URGENT ACTION: Violence against and harassment of Dalit villagers involved in peaceful protest in India


Dear Members and Friends:

Please find below an Urgent Action Request from our friends at OMCT. Your IMMEDIATE SUPPORT is requested.

Urgent Action: Harassment of Dalit Villagers, India

IND 041007.ESCR


The International Secretariat of the World Organisation against Torture (OMCT) requests your URGENT intervention in the following situation in India.

Description of the situation

OMCT has received information from reliable sources regarding the situation of the inhabitants of Kolathur, a village located on coastal backwaters in the Chithambur Panchayat, Cheiyur Block of Kancheepuram District in Tamil Nadu State, India[1].

OMCT expresses its strong concern that, in attempting to speak out against the impact of an illegally-located aquafarm on their health and economic status, the villagers of Kolathur have been subjected to police violence and harassment and have had false charges of a serious nature brought against them by the owner of this farm. OMCT is also concerned that the villagers may be subjected to further harassment and violence should they continue to contest the legality of the aquafarm. Finally, OMCT expresses its concern that pollution from this aquafarm is compromising the villagers’ full enjoyment of their economic, social and cultural rights, and specifically those to an adequate standard of living and the highest attainable standard of health.

The majority of the 4000 or so residents of the Kolathur village are Dalits[2]. The Dalit community has lived in Kolathur for over 4 generations. With a few exceptions, all the families of the village are landless. Men work as sharecroppers, or as seasonal daily wage earners in nearby salt pans or on farms. They and their families are therefore economically vulnerable to any allocation of cultivated land to non-agricultural purposes. Fishing shrimp and crabs in the backwaters surrounding the village has traditionally been used as a means to supplement agricultural activities, and most residents of Kolathur rely on both fishing and farming to sustain themselves. Fishing is carried out by the women of the village, who employ a technique that involves their partial immersion in the backwaters.

Land originally used by the villagers of Kolathur for sharecropping was sold by their landlords for development of the Chinna Aqua industrial aquafarm, which began shrimp production in 2004. This farm, located on the coastal backwaters that border Kolathur, discharges untreated wastewater from the ponds directly into these backwaters. During rains, water from the shrimp ponds spills over into adjoining agricultural land cultivated by the villagers. Villagers indicate that the shrimp farm has not only caused loss of agricultural productivity and salination of groundwater, it has also provoked a range of health complaints – such as itching, skin diseases and deteriorating eyesight – among the women who fish the polluted backwaters. In May 2007, an international fact finding team organised by the Pesticide Action Network Asia and Pacific (PAN AP), Tamil Nadu Women’s Forum (TNWF) and the People’s Coalition on Food Sovereignty (PCFS) visited Kolathur village. Medical doctors and experts on aquaculture who formed part of this Mission found that the skin and eye disorders experienced by the women who fish the backwaters were consistent with the effects of chemicals commonly used in and released from Indian aquaculture ponds[3]. The team also observed bright yellow effluent seeping from the aquaculture ponds into the surrounding backwaters.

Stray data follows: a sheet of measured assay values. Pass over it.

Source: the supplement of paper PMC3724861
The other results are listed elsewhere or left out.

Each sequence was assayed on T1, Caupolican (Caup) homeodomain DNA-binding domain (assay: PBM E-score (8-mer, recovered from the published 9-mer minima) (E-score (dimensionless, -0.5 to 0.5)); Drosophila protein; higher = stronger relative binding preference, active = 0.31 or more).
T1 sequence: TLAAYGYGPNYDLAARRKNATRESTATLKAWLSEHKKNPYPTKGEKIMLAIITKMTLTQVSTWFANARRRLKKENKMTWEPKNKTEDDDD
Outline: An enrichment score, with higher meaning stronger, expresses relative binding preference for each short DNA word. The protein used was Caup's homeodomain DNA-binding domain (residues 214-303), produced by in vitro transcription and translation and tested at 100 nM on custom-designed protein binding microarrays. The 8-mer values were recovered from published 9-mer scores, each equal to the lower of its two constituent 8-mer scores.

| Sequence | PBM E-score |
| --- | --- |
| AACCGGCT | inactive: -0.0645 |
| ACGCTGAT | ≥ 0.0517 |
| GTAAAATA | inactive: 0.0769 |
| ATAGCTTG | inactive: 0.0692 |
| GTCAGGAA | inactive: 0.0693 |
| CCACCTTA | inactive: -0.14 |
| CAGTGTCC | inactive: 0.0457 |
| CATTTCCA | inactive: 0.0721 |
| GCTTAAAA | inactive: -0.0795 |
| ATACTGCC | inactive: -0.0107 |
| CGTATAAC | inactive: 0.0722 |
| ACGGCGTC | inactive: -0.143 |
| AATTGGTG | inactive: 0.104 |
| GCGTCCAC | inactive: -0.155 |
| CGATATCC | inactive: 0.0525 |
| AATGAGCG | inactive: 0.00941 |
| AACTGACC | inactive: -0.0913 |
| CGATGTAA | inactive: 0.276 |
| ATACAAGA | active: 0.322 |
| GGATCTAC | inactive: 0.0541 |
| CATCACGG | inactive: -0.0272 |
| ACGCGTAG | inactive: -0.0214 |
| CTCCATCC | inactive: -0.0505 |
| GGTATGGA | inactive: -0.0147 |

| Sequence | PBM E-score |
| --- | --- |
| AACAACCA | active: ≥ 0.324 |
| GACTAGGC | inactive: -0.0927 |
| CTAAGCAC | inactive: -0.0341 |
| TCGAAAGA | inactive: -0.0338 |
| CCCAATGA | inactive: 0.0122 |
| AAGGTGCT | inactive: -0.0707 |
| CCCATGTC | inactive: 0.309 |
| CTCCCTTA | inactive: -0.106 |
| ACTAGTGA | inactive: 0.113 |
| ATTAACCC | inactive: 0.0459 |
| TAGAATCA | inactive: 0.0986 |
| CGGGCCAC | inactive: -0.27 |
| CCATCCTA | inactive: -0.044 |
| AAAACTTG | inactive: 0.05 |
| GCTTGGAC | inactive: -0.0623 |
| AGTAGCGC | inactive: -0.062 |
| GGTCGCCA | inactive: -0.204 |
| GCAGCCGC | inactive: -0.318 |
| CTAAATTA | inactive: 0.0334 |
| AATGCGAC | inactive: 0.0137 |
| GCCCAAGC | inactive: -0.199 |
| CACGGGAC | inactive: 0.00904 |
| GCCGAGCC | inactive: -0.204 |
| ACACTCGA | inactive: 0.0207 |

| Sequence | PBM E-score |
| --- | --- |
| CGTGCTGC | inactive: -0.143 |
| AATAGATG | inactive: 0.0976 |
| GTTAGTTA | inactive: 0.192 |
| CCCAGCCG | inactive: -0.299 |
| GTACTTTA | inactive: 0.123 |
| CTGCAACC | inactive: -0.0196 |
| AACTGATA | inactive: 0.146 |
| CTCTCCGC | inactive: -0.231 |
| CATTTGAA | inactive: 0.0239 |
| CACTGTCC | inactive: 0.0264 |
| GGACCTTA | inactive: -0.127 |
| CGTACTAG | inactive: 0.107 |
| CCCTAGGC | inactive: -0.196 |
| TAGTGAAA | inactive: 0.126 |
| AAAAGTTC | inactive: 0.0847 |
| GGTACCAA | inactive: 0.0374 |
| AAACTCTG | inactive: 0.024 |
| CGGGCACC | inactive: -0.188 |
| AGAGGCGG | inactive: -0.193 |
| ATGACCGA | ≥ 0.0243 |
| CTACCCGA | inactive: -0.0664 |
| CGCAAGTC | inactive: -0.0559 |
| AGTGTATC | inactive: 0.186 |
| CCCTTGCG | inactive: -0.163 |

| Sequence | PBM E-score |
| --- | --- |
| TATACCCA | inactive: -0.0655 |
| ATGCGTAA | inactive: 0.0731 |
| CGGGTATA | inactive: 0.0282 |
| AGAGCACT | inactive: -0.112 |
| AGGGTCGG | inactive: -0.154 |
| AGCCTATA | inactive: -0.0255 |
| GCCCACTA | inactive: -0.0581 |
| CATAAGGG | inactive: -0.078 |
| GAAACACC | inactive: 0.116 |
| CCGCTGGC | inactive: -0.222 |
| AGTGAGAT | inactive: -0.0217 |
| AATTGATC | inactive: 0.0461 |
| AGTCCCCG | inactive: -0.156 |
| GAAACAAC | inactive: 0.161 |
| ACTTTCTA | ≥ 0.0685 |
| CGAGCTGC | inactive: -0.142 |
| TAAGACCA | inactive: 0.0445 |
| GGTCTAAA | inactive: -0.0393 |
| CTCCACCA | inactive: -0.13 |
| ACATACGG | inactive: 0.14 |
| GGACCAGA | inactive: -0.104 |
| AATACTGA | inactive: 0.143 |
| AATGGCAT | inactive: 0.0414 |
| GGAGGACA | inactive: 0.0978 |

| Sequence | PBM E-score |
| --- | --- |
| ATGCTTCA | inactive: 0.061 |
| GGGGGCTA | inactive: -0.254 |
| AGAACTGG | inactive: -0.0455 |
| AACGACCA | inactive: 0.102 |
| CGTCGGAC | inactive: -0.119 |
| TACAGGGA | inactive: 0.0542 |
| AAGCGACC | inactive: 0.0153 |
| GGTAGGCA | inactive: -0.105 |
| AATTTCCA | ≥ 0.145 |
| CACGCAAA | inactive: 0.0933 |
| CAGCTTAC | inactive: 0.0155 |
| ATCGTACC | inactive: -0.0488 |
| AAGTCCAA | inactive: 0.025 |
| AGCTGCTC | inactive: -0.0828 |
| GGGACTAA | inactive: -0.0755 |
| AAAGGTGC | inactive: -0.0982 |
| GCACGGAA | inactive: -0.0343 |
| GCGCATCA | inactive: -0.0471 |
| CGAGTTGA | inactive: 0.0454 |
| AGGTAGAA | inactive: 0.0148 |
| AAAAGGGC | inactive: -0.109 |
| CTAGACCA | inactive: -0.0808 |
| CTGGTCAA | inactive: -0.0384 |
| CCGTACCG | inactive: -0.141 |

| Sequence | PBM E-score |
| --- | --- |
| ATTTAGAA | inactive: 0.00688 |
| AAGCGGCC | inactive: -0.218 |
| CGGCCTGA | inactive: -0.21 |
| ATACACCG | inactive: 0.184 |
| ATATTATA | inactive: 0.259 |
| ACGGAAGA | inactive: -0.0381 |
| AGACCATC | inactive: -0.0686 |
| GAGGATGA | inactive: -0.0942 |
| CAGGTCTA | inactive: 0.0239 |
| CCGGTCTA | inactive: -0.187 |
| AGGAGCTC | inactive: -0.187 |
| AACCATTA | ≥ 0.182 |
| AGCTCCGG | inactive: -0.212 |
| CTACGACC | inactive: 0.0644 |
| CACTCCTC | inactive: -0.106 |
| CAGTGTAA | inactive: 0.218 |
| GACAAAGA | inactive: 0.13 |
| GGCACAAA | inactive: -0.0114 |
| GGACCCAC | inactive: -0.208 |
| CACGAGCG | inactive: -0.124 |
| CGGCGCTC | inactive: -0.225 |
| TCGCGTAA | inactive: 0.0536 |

The women of Kolathur not only face medical costs as a result of the health conditions produced by the polluted water, they are also able to spend less time fishing than in the past. They therefore catch less, sell less and have less money with which to buy food for their family. Moreover, the pollution is reported to have a direct impact on the number of crabs and shrimp living in the backwaters, making it still more difficult to make a living of any kind from these waters. The villagers express concern at the failure of the District Administration to investigate the impact of the shrimp aquaculture on their livelihoods and health or to take appropriate action.